Monday, July 8, 2013

Telescopes and Snakes and Bears, Oh My

This is a real vending machine down the street from my house:

It's always sold out when I think to go and check. One day, I will be surprised.

Anyway, now that I've gotten the important business out of the way:

I am embarrassed at how little I've posted in the past month. I'm sorry. I've had shockingly little time to myself. Here's a scattered run-down -

Week of June 10th: Lisa's graduation in London. I took a lot of pictures, and cried a little during Lisa's speech (she was a hell of an awesome valedictorian!)

This beautiful woman will be living in the maisonette this fall :)
After her speech, I cried a little more, then took lots more pictures and hugged lots of people I haven't spoken to in years and may never see again.

After graduation, my family went out to a very posh afternoon tea at some hotel in the Mayfair area (VERY posh) and ate lots of scones and drank lots of tea. I told the waiter about the special occasion (I inherit this talking-to-strangers thing from my dad) and he brought us a fitting treat:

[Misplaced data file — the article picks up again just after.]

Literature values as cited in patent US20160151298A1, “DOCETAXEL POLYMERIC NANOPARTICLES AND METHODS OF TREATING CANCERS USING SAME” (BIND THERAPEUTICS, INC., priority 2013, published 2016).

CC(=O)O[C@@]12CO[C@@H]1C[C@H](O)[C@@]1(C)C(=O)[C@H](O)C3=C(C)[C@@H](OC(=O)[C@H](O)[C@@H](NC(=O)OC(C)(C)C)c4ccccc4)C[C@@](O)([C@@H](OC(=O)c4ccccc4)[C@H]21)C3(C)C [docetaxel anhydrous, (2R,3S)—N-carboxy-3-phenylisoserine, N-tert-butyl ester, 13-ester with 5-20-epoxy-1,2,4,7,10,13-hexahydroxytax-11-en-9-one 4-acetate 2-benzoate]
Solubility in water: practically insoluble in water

Week of June 17: Lots of meetings and video conferences. Every summer, the NRAO summer students get 4 hours of time on the VLBA (Very Long Baseline Array) and 2 hours of time on the EVLA (Extended Very Large Array) -- which is a steal, since those facilities are WAY over-subscribed by astronomers. So, we had to do a lot of planning and coordination with the Socorro-based NRAO summer students, in order to select projects.

On Saturday: Walnut Creek Park. Canoeing, kayaking, tanning, swimming, volleyball, frolf / folf / Frisbee Golf / whatever you want to call it. Here's a picture of me fist-bumping someone Elizabeth went to Middle School with (small freakin' world):

I left with a very intense sunglasses tan, as anyone who Skyped me (Rashed, Caitlin, I'm looking at you) can testify. 

On Sunday: Richmond, with three other summer students (Raphael, Diana, Jennifer). Raphael is a big fan of a Southern rock / alternative country band called "Drive-By Truckers", and one of their members was giving a solo show. So, a few of us tagged along. Along the way, we had ridiculously good (and CHEAP!) Ethiopian food, and I've been craving it ever since. The Richmond capitol building is beautiful:

Week of June 24: GREEN BANK TELESCOPE FIELD TRIP!!!!!!!! The Green Bank telescope is where all my data comes from. It's the largest steerable object on land (a parabola ~100m across) and I love it very, very much.

Me hugging the feedhorn that takes my L-band data: